Never touch antibiotics for these four wintertime illnesses

With the way colds and sinus infections are going around, lots of our homes are feeling like hospital wards these days.

There’s practically been a run on Kleenex and chicken soup at the supermarket!

And if you head to your typical mainstream doctor’s office, there’s a good chance you could leave with a prescription for antibiotics — and for trouble.

Even our government is admitting that half of antibiotic prescriptions written today are totally useless.

And now a new report is warning that taking antibiotics for four common wintertime illnesses could send you right from your sick bed to your death bed.

When ‘safe’ becomes sorry
Chris Dannelly was just 41 years old when he got a prescription for the antibiotic Levaquin for cold and flu symptoms.

And this father of two was dead before he knew what hit him.

According to his wife, the autopsy revealed that it took just two pills for the Georgia man to develop a fatal reaction to the drug that broke down his muscles and poisoned his blood.

I’ve been warning you for years about the dangers of doctors over-prescribing antibiotics, and how they can cause everything from serious side effects to drug-resistant superbugs.

In fact, these same pills that doctors hand out like free pens send 100,000 people a year to the ER.

And you know the problem has gotten bad when even the CDC and the American College of Physicians — two groups that practically never met a drug they wouldn’t push — start admitting there’s a problem.

Both the CDC and ACP just published a guidance in the Annals of Internal Medicine practically begging doctors to stop prescribing antibiotics for conditions they were never meant to treat.

“We’ve known for 20 years or more that most upper respiratory infections are caused by viruses, not bacteria,” said Dr. Wayne Riley, president of the ACP. But that doesn’t seem to be stopping docs from whipping out the Rx pad anyway.

And too often, you could end up leaving your doctor’s office with a prescription that won’t help you and could put you right in harm’s way.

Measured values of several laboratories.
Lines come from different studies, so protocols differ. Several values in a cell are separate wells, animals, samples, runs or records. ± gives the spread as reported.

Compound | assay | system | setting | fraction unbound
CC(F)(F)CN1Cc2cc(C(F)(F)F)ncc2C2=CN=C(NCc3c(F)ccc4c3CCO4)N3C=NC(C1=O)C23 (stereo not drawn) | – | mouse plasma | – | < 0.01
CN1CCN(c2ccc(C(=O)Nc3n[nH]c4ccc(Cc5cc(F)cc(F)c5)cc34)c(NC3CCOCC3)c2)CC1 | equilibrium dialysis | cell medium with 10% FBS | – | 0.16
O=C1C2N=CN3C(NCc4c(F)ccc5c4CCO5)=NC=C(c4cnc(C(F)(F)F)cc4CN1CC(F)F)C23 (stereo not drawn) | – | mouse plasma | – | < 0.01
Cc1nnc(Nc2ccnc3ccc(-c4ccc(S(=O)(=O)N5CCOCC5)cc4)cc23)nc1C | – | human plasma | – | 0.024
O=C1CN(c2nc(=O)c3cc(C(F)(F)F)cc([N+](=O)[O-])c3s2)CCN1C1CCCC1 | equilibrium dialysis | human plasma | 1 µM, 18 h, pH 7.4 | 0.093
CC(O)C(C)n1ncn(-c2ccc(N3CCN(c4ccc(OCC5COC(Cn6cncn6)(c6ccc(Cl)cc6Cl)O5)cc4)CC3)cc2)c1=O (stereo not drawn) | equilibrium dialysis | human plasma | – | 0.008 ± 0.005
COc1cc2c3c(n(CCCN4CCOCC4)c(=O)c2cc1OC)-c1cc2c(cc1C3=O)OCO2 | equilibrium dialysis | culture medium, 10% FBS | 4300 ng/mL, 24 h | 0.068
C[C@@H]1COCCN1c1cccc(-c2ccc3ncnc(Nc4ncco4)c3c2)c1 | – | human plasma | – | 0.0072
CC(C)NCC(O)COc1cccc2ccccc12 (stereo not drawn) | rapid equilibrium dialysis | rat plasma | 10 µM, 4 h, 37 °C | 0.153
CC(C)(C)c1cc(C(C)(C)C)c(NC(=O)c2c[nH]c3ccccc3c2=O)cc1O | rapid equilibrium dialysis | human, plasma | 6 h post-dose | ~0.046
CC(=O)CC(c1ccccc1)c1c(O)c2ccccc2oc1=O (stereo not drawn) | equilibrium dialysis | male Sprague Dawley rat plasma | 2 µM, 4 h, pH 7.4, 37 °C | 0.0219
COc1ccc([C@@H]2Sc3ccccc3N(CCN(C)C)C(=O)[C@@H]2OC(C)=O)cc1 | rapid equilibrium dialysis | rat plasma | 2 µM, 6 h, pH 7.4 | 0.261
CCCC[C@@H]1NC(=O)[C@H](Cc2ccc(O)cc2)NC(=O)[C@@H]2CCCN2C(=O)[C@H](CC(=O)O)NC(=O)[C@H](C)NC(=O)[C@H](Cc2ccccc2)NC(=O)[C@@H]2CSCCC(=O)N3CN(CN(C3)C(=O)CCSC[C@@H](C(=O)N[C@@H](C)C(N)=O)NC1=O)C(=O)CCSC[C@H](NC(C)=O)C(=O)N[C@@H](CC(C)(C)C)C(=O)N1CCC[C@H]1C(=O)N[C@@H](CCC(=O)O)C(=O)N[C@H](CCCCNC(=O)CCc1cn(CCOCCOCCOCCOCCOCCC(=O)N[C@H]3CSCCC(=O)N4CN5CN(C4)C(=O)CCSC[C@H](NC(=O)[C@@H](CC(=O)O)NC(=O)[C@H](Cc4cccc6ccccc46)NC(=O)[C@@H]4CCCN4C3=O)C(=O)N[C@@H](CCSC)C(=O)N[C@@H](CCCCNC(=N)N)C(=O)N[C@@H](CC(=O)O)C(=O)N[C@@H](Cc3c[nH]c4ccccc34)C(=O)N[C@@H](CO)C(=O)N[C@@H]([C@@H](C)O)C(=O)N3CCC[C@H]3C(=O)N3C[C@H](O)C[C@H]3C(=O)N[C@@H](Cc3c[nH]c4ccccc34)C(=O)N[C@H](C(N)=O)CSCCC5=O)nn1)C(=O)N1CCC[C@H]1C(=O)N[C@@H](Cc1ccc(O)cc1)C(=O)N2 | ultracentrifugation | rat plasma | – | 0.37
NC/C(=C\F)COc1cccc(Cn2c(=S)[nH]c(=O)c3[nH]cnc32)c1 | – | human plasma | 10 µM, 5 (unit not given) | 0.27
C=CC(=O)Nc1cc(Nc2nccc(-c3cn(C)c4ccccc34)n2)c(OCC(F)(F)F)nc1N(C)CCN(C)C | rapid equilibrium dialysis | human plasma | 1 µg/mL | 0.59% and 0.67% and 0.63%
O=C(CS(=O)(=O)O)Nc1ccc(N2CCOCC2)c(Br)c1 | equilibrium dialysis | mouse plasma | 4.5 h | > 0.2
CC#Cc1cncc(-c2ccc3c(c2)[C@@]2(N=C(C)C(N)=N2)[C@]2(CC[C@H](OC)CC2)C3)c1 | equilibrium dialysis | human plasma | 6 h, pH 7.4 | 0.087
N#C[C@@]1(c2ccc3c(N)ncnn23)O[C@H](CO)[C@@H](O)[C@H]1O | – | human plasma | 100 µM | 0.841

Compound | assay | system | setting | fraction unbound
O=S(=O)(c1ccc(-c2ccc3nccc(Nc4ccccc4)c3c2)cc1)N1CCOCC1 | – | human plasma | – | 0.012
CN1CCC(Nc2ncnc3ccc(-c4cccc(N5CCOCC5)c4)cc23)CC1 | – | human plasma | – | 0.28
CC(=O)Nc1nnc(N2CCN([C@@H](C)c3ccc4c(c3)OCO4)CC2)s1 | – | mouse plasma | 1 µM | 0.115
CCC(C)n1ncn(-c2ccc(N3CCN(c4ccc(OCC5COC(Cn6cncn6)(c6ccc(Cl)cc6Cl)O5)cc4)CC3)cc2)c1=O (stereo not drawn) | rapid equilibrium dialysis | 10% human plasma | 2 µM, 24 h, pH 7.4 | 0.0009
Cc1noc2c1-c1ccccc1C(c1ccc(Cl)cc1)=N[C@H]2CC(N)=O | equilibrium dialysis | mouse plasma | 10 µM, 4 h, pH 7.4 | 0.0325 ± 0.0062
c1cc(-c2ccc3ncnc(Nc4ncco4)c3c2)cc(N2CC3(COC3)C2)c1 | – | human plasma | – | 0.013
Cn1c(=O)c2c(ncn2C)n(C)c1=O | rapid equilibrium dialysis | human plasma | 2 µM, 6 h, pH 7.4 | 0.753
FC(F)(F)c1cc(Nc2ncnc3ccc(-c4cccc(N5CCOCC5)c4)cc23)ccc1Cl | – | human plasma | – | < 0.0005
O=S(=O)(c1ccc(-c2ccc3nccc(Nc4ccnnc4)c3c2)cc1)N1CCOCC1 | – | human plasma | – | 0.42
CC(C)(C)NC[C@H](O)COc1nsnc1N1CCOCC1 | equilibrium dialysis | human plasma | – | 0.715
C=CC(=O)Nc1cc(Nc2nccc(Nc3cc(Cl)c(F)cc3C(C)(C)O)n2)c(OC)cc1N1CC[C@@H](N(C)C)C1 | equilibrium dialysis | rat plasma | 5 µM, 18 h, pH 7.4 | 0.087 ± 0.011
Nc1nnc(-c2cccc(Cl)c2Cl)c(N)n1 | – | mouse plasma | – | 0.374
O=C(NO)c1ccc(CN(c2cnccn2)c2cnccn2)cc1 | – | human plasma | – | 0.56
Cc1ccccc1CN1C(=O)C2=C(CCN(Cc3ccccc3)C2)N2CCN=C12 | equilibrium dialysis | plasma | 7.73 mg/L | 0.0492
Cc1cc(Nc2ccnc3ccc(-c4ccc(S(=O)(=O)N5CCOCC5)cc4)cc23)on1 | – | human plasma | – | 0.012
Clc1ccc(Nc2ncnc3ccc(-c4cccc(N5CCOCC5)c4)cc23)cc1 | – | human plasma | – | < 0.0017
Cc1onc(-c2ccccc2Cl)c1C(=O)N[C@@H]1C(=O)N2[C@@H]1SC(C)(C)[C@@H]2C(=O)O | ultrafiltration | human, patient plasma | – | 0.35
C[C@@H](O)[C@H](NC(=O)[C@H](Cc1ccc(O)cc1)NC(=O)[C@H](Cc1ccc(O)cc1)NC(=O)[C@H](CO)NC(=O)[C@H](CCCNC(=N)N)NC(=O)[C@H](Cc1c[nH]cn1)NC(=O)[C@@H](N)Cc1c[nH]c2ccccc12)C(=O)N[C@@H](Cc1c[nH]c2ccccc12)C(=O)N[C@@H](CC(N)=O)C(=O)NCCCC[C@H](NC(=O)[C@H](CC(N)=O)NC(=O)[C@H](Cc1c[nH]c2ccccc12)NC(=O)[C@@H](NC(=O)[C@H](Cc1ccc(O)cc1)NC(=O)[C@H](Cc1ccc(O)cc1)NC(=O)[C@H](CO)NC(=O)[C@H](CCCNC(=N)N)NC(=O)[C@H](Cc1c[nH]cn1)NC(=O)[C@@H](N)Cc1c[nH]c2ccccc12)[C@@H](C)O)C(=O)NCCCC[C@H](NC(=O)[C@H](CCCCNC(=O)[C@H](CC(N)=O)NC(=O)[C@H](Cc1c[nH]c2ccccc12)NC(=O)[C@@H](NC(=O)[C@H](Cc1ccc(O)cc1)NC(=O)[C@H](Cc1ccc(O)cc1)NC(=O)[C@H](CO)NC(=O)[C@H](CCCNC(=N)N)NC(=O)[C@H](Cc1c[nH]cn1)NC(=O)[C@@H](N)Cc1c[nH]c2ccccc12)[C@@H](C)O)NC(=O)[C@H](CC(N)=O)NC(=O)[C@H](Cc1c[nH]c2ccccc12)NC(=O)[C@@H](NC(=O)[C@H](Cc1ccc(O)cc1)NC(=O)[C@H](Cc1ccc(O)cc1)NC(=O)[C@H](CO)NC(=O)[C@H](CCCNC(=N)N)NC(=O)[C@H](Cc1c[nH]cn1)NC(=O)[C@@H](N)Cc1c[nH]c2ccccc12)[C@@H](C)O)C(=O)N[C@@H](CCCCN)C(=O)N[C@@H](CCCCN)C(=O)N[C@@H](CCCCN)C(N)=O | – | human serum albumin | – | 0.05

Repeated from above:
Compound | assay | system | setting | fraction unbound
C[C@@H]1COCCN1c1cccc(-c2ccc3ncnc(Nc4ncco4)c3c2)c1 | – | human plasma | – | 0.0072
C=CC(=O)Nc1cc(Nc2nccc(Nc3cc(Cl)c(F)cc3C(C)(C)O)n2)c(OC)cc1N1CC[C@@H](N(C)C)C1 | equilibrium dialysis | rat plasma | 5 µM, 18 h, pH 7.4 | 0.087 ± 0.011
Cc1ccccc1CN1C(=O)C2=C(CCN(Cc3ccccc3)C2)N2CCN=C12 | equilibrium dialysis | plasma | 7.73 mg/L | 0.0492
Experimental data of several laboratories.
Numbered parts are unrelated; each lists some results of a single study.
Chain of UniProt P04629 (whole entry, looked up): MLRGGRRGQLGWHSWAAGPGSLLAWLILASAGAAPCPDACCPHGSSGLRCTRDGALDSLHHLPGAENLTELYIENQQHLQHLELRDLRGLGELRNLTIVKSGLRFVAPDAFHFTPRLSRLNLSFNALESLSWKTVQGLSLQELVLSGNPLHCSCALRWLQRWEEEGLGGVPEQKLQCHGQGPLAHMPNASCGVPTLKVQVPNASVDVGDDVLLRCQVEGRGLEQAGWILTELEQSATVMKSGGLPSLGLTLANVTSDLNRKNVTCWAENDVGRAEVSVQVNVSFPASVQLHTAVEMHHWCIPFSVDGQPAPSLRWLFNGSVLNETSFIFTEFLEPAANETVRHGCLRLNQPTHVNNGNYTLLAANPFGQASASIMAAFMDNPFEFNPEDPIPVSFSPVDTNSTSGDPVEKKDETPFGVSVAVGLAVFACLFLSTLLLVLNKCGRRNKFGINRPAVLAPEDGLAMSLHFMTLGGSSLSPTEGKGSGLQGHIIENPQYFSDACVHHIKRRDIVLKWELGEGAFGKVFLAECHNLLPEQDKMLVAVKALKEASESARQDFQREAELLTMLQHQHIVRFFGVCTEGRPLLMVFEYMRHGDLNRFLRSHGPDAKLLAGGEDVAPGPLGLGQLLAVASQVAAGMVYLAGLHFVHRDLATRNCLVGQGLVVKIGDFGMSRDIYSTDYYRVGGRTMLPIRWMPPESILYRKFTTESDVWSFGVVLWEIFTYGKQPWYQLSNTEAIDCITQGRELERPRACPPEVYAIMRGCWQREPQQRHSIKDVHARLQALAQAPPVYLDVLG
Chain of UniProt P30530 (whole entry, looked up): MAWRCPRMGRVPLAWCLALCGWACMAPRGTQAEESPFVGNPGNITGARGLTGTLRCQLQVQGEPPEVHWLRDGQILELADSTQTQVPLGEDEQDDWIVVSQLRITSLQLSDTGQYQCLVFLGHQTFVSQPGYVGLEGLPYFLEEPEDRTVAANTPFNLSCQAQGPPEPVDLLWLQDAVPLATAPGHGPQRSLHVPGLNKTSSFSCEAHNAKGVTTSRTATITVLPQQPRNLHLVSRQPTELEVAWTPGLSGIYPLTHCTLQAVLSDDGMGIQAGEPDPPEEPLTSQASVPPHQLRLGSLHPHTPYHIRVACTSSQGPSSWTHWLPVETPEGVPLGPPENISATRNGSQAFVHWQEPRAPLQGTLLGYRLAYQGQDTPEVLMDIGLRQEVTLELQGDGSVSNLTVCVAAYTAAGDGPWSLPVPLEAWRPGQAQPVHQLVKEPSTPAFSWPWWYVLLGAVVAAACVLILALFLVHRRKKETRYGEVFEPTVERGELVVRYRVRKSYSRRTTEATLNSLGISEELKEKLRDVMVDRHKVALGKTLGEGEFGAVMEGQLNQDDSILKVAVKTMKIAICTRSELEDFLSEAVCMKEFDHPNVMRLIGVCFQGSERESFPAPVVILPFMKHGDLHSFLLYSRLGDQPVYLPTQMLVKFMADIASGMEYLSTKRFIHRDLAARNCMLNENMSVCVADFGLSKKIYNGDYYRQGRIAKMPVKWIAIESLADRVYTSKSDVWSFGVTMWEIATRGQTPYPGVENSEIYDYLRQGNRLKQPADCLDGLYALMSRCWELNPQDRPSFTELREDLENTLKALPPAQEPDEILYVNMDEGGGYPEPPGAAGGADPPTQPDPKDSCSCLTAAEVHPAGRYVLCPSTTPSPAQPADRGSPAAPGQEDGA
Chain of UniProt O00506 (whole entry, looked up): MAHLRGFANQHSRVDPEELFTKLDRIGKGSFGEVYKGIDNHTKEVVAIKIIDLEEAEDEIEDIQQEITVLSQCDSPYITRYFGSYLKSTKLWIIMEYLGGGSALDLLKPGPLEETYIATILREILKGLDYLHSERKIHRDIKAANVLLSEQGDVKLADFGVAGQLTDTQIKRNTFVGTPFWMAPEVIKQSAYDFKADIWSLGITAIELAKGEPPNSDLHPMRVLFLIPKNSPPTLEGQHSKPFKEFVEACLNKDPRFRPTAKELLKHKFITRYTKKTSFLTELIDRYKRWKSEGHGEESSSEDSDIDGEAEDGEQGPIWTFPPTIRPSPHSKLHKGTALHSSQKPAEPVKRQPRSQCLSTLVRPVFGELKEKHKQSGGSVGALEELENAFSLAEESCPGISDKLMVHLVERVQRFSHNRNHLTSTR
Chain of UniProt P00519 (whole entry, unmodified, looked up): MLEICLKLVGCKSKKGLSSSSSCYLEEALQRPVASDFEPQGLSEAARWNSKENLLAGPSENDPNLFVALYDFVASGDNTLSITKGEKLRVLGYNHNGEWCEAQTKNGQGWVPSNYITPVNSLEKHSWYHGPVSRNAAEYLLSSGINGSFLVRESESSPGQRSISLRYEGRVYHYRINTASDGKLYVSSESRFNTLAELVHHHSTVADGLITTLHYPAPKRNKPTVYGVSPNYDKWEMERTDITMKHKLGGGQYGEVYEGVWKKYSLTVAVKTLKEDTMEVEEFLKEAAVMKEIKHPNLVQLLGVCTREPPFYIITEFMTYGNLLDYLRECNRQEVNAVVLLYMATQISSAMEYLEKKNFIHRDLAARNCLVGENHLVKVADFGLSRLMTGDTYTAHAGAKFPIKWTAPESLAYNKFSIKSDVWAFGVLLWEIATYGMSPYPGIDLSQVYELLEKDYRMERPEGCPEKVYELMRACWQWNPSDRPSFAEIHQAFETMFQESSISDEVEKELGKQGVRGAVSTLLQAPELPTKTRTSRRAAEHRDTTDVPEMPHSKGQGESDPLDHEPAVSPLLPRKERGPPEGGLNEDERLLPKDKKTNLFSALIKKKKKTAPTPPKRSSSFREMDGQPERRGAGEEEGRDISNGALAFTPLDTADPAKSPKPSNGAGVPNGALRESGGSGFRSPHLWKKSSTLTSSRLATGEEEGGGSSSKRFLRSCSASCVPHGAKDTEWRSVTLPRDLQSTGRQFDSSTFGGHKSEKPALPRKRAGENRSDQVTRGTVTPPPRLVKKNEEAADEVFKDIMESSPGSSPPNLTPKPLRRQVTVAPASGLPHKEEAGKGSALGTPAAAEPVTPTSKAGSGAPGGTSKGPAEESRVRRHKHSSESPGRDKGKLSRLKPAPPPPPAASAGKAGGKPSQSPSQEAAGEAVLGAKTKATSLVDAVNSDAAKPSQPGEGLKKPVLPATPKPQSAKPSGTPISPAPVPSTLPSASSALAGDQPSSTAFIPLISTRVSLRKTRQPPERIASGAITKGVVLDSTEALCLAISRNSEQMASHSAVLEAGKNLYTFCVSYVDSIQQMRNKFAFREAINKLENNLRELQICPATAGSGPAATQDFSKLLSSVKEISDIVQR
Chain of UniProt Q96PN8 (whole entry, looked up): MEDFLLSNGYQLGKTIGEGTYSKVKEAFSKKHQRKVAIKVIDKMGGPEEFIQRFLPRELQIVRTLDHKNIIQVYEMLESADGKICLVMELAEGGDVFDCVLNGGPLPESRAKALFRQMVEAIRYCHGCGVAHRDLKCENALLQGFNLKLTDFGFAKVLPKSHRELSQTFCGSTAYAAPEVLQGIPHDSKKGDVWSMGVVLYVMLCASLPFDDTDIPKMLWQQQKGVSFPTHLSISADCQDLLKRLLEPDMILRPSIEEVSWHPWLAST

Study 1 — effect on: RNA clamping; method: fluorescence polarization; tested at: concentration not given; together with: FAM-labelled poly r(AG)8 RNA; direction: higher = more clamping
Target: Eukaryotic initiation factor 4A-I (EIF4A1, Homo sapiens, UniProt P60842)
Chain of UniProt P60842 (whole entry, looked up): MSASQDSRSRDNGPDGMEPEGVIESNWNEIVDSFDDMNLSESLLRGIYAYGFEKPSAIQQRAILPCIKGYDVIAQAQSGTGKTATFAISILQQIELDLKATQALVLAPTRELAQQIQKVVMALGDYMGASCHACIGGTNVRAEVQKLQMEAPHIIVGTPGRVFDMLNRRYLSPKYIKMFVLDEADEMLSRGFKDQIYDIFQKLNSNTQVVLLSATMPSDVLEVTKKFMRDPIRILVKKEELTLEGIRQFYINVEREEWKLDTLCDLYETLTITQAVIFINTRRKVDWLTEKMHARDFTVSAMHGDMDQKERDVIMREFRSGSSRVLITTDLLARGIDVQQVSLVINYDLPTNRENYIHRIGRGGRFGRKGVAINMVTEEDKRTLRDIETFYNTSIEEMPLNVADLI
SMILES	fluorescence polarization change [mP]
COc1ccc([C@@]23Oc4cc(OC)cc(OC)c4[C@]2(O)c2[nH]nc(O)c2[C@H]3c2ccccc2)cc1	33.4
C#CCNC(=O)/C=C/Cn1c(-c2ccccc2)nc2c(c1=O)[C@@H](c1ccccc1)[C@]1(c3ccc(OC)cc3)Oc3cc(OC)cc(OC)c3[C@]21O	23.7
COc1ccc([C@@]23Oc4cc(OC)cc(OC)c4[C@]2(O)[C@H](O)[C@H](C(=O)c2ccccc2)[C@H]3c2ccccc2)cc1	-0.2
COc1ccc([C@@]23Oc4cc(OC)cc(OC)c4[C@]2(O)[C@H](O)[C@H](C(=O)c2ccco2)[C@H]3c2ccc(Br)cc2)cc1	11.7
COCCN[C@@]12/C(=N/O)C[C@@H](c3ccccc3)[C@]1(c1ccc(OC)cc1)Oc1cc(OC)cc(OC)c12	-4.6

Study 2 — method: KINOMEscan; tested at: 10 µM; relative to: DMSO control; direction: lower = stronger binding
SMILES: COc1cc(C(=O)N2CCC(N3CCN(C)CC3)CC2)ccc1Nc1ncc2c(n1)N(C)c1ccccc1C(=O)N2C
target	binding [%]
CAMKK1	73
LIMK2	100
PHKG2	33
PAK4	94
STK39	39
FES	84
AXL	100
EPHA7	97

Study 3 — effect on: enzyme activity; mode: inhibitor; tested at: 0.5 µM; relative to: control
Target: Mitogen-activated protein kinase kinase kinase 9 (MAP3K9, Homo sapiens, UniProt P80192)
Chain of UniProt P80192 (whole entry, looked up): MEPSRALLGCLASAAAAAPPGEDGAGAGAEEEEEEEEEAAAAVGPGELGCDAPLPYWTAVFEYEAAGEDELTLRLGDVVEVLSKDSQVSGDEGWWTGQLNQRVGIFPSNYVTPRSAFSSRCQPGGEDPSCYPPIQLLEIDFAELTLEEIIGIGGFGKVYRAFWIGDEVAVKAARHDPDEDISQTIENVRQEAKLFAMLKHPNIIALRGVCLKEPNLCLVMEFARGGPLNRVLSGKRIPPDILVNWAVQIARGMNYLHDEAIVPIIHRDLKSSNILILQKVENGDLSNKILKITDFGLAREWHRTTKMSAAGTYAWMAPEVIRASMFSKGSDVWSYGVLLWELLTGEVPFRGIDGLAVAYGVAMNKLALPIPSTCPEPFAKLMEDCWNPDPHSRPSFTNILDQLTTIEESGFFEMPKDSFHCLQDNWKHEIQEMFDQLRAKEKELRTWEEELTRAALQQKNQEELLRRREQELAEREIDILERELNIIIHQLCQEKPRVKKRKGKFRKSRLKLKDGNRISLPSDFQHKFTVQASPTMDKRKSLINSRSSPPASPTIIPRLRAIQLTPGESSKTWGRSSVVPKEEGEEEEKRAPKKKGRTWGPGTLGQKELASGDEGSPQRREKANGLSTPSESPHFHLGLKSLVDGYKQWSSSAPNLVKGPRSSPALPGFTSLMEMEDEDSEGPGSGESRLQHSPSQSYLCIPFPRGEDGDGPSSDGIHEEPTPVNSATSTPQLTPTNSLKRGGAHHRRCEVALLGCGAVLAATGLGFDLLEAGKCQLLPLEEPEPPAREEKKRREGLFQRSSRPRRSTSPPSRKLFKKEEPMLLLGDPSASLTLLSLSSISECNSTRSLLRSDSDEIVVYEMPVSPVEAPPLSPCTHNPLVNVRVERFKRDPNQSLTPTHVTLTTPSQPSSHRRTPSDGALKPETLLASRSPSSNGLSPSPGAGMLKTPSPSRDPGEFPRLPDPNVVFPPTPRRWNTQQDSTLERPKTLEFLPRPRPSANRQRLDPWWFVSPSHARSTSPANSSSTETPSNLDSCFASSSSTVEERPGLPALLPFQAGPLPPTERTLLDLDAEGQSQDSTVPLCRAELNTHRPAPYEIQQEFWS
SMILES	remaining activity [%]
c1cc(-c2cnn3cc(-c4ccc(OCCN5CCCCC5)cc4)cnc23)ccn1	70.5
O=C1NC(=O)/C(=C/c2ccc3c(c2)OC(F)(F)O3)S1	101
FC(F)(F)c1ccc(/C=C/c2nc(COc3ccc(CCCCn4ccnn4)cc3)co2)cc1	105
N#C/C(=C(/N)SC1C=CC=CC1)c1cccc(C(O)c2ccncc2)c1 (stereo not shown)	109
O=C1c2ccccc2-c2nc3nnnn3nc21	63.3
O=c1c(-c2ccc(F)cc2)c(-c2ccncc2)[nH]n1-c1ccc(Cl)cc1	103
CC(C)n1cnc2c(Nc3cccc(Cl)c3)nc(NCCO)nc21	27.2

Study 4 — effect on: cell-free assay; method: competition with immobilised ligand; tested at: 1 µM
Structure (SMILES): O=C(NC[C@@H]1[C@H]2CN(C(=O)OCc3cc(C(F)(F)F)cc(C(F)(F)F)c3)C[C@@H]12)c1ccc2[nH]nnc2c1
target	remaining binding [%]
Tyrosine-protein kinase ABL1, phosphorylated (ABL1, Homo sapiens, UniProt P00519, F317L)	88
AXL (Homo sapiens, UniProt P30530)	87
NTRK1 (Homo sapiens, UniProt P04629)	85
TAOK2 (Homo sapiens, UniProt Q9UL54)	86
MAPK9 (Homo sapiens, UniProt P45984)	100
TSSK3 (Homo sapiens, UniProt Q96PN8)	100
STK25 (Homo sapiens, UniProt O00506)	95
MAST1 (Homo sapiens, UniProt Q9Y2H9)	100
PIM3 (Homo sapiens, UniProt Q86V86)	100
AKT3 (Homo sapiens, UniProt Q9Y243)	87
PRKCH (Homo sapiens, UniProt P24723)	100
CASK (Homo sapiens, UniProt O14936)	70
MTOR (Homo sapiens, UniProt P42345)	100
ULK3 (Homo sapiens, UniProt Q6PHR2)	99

For example, drug-resistant C.diff infections, which are caused by antibiotics, are becoming more and more common, said Dr. Riley. And considering that C.diff is killing around 30,000 Americans every year, this isn’t something that doctors can ignore any longer.

Unfortunately, especially this time of year, it can be easy to end up with an antibiotic prescription you don’t need. That’s because we’re all coming down with colds and sniffles, and too many docs think they’re “playing it safe” by giving you drugs.

But in lots of cases, when they play it safe, you end up sorry. That’s why the CDC and ACP are warning that you’re better off skipping antibiotics for these four wintertime conditions that usually go away on their own:

  1. The common cold: Sure, you may feel really sick, but an antibiotic isn’t going to help you get better one minute faster. (Try taking some immune-boosting supplements such as zinc and elderberry.)
  2. Routine bronchitis Unless your doctor suspects that you may have pneumonia, there’s no reason to take antibiotics for bronchitis. Research has found that antibiotics are almost never helpful for bronchitis, and may be more likely to cause serious complications.
  3. A sore throat: The CDC and ACP are advising docs that they need a confirmed diagnosis of strep throat before they hand out antibiotics. But many prescribe the meds first, before they have any evidence of strep.
  4. A simple sinus infection: “Uncomplicated” sinus infections also will usually go away on their own without resorting to antibiotics, even if they were caused by bacteria. Unless you have a high fever or facial pain and discharge from your nose lasting over three days, there’s no reason for antibiotics, researchers said.

Of course, there are times when taking an antibiotic is absolutely necessary. And that’s when you need to remember that these meds destroy your healthy gut bacteria right along with the bugs that are making you sick.

That’s why you should always take a quality probiotic supplement along with your antibiotics (and well past the time you’re finished taking the drugs).

Just remember to space the probiotic and the antibiotic apart by at least two hours. That way you reduce the chance that the drug will also kill off the good bacteria you’re reintroducing into your system.

“No antibiotics for colds, sore throats” Kristina Fiore, January 18, 2016, MedpageToday,